You draw comparisons all over the web to artists from quite a wide range of genres – country, classic rock, modern pop, folksy singer-songwriters. What do you think is the power of a somewhat genre-free project, either for the creator or the audience?
Gosh, there is so much freedom there. I just don’t understand the urge to put yourself in a little box. Why not just write how you feel? If it comes out as a punk rock ripper, then let it be that way. If it comes out as a Mariah Carey inspired bop, then let it bop. I feel like being able to explore new sounds can be so interesting and expressive. It’s kinda therapeutic to just write however you feel in that moment. As long as it’s genuine, it will still sound like you.

Costa - album cover (1)
Costa - square photo (1)

As a technology-averse Zillennial, I appreciated your general unease for TikTok virality and the people who facilitated it when I checked out your Twitter feed. As a longtime working musician, how do you feel about the increasingly online and algorithmic way music promotion seems to be going lately?
Oh god, I had a stupid video on TikTok get like 15k views and I hated it. The comments were so mean, as if there isn’t just some dude on the other end receiving those. I think social media can be so good about connecting us, and also so bad at letting us see each other as human beings. It feels more and more like you as a “brand” aren’t worthy of making your art if you don’t have the followers, or if you’re not making trending videos, or if you aren’t focusing on pretty much anything else other than creating art. It feels so strange to me. It’s like, I was already singing for my supper, now you’re gonna make me dance too? That being said, I’m on those stupid apps all the time, and I think there’s just as much joy as there is ugliness. It’s just all coming at you at the exact same time, and I’m not sure how great that is for our brains.

One of the most memorable choruses comes on the emphatic “Do Better, Man!” What are some things that people need to be doing better right now?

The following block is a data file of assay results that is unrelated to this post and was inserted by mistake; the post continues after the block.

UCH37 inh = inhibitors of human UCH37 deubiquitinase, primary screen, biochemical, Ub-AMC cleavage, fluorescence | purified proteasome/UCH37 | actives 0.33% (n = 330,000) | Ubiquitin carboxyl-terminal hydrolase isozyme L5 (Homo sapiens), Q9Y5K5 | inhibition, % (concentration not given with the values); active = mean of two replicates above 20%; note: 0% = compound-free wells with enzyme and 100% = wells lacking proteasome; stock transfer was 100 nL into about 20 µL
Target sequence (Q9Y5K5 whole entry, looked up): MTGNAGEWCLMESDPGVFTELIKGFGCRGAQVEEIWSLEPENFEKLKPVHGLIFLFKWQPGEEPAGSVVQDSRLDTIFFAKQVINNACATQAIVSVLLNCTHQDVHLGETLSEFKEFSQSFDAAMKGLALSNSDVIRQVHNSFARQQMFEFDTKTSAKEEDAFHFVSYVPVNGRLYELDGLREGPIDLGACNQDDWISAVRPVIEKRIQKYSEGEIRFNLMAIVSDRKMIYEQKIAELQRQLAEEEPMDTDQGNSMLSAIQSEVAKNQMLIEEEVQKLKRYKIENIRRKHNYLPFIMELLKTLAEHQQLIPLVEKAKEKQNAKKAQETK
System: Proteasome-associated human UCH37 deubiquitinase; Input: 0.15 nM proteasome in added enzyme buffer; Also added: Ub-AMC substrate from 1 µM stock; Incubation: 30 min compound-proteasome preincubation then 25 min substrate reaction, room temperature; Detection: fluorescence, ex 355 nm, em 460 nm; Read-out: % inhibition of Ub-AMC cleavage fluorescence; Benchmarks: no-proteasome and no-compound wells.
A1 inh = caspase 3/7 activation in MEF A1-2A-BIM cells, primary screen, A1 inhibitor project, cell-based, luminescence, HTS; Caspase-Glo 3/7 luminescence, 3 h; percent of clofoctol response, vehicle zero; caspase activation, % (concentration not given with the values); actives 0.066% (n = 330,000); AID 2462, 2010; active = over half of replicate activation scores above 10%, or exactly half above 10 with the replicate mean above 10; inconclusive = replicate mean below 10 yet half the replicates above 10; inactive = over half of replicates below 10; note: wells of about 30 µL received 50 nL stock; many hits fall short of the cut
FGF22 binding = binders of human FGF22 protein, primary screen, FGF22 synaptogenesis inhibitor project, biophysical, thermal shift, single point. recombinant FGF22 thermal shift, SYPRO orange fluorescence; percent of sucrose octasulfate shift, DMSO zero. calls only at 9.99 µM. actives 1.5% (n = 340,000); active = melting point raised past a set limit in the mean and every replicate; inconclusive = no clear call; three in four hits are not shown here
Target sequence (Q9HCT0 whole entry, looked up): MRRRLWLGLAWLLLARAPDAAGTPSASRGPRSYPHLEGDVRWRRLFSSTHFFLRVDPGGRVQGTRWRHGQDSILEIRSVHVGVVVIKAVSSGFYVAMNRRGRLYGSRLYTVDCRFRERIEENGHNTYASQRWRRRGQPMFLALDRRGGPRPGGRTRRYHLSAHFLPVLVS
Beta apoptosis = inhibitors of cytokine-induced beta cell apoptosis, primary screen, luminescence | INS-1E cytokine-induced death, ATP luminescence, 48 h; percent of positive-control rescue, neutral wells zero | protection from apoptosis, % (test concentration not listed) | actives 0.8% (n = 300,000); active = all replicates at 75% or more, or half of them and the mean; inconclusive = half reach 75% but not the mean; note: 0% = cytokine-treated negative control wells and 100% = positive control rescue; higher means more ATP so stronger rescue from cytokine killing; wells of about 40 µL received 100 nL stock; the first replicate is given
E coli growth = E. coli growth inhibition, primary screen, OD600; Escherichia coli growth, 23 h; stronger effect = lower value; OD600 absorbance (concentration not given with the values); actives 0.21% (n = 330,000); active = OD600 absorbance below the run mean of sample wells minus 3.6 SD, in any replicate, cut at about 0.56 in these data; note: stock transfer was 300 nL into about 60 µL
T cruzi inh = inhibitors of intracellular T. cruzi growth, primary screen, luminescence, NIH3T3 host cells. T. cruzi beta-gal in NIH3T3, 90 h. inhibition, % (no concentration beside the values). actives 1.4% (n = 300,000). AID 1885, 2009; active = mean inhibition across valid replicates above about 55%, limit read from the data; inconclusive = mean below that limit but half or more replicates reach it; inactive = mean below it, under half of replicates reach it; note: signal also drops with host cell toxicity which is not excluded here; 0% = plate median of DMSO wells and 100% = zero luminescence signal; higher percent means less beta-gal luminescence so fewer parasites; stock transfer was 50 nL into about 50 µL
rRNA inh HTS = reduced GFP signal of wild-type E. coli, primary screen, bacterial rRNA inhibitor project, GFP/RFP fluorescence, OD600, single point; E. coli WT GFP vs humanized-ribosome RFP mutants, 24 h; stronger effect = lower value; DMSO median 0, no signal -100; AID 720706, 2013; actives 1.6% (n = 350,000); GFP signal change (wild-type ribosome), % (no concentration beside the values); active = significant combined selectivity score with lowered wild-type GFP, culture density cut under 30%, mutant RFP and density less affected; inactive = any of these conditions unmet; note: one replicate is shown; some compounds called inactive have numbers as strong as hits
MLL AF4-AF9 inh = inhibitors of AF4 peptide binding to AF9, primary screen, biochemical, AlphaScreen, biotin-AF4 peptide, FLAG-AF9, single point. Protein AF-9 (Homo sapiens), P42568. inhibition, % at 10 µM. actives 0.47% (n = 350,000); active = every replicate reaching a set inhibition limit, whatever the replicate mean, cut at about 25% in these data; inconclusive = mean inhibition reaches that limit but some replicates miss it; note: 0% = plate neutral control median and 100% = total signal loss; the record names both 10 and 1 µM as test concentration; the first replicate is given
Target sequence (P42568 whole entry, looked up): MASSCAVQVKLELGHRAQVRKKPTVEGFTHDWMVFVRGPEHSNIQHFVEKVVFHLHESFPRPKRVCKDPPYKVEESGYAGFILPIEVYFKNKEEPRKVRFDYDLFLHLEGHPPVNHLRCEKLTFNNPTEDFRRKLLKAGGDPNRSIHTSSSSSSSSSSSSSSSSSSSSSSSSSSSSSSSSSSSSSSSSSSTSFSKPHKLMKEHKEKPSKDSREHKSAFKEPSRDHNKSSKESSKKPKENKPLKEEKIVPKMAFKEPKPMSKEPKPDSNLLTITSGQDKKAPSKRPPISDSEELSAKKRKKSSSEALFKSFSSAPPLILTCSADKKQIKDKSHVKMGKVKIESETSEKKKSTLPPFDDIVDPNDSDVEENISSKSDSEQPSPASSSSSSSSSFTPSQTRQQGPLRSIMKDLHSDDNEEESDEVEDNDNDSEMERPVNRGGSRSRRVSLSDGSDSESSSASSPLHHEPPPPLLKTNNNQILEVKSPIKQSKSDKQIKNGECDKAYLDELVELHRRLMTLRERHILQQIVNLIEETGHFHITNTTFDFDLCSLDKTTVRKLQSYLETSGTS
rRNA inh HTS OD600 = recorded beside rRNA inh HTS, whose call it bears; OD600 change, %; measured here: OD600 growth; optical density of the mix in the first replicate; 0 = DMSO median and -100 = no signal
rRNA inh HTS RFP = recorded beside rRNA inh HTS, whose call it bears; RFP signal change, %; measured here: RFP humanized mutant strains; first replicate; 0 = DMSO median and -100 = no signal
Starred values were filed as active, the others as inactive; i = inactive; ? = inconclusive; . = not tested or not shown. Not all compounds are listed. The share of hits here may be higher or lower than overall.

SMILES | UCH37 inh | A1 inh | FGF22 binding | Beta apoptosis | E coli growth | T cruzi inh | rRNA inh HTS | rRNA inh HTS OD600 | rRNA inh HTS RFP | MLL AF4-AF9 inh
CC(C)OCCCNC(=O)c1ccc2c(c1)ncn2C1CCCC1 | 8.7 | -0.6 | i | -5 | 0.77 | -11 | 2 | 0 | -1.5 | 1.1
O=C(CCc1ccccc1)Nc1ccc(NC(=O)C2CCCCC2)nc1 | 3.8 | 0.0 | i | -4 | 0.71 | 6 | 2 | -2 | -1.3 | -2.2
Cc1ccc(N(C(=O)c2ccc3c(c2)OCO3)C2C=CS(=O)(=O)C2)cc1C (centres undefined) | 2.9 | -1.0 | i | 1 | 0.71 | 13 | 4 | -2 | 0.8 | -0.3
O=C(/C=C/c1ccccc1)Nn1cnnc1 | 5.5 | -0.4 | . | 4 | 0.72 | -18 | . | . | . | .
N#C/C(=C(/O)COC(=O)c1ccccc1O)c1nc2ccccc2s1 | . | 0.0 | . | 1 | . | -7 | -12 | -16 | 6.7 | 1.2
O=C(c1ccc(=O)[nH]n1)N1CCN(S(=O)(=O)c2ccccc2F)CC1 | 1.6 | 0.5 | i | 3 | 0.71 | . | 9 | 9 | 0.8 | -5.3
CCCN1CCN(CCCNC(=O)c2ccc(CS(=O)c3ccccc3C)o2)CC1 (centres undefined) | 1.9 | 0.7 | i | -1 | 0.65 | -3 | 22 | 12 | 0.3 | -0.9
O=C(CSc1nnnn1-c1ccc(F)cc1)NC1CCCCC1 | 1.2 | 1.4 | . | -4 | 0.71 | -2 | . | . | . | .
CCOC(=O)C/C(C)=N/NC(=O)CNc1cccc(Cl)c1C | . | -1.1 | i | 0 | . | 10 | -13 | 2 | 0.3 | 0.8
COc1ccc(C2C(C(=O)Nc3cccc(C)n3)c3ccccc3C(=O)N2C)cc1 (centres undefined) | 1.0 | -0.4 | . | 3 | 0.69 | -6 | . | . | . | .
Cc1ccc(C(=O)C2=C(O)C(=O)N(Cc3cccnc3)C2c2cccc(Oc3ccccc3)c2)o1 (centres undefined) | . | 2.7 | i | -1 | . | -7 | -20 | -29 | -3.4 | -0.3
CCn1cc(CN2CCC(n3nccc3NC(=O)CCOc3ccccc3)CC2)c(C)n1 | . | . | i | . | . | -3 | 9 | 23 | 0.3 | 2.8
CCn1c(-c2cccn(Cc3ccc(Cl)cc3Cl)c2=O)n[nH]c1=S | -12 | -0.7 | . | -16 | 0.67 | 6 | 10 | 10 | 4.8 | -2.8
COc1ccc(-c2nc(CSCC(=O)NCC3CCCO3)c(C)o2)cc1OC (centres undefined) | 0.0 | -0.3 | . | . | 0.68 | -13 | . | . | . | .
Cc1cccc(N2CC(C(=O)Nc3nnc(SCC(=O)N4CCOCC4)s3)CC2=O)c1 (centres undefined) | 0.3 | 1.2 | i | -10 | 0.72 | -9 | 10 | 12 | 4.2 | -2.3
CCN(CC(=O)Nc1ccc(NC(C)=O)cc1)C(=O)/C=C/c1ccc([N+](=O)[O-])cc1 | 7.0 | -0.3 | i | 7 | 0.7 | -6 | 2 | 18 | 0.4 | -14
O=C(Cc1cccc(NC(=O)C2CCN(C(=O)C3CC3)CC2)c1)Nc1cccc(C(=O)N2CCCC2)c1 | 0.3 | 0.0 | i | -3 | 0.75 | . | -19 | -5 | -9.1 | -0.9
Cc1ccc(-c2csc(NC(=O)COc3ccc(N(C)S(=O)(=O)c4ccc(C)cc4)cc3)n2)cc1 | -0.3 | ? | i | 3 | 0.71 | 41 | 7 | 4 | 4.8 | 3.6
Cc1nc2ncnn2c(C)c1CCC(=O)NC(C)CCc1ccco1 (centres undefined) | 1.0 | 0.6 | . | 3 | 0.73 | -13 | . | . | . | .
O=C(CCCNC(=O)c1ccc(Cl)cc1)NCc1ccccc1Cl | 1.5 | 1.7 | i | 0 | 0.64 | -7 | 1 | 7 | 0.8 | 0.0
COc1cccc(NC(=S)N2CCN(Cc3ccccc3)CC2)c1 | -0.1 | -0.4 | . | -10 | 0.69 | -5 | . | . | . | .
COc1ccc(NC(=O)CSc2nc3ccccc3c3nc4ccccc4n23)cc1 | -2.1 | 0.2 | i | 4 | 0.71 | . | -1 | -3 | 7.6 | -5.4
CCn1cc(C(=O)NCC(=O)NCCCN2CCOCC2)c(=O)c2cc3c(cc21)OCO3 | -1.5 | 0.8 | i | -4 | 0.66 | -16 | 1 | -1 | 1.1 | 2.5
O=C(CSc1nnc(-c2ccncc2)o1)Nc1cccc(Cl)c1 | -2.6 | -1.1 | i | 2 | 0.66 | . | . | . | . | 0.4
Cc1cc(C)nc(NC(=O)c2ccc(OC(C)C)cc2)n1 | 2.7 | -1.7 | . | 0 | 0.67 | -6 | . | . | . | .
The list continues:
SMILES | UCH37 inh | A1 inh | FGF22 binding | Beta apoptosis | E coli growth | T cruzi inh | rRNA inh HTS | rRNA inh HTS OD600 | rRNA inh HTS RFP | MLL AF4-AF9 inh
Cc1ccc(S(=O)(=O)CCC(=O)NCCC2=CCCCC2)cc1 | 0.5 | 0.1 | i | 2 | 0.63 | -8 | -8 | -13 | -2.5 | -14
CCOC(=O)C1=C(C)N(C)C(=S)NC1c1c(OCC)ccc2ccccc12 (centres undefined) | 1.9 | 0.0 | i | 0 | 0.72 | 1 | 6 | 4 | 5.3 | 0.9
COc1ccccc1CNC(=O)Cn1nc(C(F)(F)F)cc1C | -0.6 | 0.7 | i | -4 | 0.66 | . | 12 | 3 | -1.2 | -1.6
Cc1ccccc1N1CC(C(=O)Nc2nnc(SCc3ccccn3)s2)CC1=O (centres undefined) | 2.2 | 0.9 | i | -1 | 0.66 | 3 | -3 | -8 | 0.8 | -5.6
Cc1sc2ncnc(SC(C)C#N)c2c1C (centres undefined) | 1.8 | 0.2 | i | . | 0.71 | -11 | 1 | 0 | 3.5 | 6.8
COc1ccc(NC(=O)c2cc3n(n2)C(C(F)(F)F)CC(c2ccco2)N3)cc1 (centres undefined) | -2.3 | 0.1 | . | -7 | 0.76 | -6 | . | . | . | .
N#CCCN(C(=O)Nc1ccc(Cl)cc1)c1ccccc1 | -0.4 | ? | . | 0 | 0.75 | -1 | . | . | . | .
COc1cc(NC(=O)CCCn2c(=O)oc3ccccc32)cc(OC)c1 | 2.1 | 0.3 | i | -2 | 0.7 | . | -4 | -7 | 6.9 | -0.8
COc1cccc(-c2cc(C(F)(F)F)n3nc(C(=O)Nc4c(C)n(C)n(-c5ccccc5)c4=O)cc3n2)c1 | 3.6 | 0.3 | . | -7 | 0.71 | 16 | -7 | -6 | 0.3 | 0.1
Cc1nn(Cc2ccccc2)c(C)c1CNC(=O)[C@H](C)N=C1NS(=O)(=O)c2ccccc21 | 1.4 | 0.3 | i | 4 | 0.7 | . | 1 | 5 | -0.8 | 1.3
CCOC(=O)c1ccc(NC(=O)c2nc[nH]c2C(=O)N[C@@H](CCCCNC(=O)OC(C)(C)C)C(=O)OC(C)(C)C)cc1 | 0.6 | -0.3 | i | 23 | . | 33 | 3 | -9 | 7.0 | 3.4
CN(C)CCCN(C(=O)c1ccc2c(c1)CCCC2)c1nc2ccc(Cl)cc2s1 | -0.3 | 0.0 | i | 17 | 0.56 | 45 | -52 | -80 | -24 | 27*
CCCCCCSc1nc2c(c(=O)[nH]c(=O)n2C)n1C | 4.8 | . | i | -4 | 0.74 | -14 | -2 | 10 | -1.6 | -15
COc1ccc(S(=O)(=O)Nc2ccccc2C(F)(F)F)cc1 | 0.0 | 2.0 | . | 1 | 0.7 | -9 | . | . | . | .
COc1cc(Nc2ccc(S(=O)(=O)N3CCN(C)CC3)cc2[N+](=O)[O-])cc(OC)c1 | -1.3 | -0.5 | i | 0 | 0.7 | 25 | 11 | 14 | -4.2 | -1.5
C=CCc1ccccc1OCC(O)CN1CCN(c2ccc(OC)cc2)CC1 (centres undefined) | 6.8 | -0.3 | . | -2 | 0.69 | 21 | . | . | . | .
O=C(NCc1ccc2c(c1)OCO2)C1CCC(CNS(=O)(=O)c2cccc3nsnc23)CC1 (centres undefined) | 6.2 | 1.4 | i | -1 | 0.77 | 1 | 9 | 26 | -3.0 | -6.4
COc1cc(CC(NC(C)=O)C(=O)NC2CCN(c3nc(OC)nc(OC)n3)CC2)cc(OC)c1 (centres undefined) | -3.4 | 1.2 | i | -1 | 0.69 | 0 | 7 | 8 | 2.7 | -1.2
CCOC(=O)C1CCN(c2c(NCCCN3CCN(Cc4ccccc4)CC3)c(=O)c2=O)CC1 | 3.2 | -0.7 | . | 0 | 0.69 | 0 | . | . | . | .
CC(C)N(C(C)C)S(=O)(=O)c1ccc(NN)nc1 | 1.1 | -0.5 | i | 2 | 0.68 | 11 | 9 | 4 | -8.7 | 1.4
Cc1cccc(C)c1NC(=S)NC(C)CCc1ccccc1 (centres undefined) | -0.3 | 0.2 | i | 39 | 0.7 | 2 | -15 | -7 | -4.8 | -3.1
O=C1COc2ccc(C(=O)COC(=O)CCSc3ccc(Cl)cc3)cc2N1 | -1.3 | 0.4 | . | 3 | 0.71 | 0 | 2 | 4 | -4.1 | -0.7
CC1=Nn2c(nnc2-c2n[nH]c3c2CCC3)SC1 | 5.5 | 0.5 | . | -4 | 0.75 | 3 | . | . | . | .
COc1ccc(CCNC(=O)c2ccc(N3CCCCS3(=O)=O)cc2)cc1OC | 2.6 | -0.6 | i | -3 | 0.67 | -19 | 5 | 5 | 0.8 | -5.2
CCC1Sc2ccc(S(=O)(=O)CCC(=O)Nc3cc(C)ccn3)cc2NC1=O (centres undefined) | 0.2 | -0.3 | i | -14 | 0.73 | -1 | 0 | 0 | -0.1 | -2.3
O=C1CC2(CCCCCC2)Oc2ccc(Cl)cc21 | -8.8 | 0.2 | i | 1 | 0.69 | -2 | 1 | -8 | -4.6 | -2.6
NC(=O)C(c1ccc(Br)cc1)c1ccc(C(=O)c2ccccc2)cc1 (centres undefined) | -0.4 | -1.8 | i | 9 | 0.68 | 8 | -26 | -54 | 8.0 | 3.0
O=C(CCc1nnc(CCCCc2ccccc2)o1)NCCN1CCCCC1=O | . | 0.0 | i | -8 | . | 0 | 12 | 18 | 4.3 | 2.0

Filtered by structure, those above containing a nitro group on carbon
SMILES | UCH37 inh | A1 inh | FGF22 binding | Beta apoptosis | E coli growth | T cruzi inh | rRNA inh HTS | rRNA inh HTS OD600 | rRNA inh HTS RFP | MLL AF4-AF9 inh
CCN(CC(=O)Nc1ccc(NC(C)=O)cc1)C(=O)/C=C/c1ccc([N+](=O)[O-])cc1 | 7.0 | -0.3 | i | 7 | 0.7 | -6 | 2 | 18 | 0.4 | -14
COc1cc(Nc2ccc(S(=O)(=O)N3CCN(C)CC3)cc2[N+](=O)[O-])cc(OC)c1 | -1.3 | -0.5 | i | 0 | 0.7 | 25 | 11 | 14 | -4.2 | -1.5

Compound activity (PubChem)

There’s a lot as a society that we could be doing better, and I don’t claim to have all the big answers for that. “Do Better, Man!” is specifically about how a lot of people that I know and have shared a stage with have been called out for abuse, and how it’s important to hold each other accountable, but I was having trouble wrapping my head around how to do it. Especially as a man in the music industry, I feel like it’s our duty to make sure other men are making the music scene inclusive for everybody, because historically we’ve done an awful job at that. It’s time to make space, and if your friends are doing something that isn’t cool or is abusive, you need to tell them. It’s also important to make sure that the victims feel safe coming out about this, and that we believe them. Music is such a liberating and beautiful thing to share with the world, and it should be for everybody to listen to/make/enjoy safely and openly.

What’s next for Nick Costa? Anything else you’d like us to know?
Lots! After Sunbleach I plan on doing a video/audio series of stripped-down versions of the songs. Later this year I also have an instrumental album called Lull that I’ll be releasing digitally at some point. In December it’s also the 10th anniversary of a record I put out called Quarrels that never ended up on streaming services, so I’m going to be putting that up along with some B-sides from those sessions. I’m also already in talks about the next album’s production and I’ve got a massive pile of songs waiting to pick from.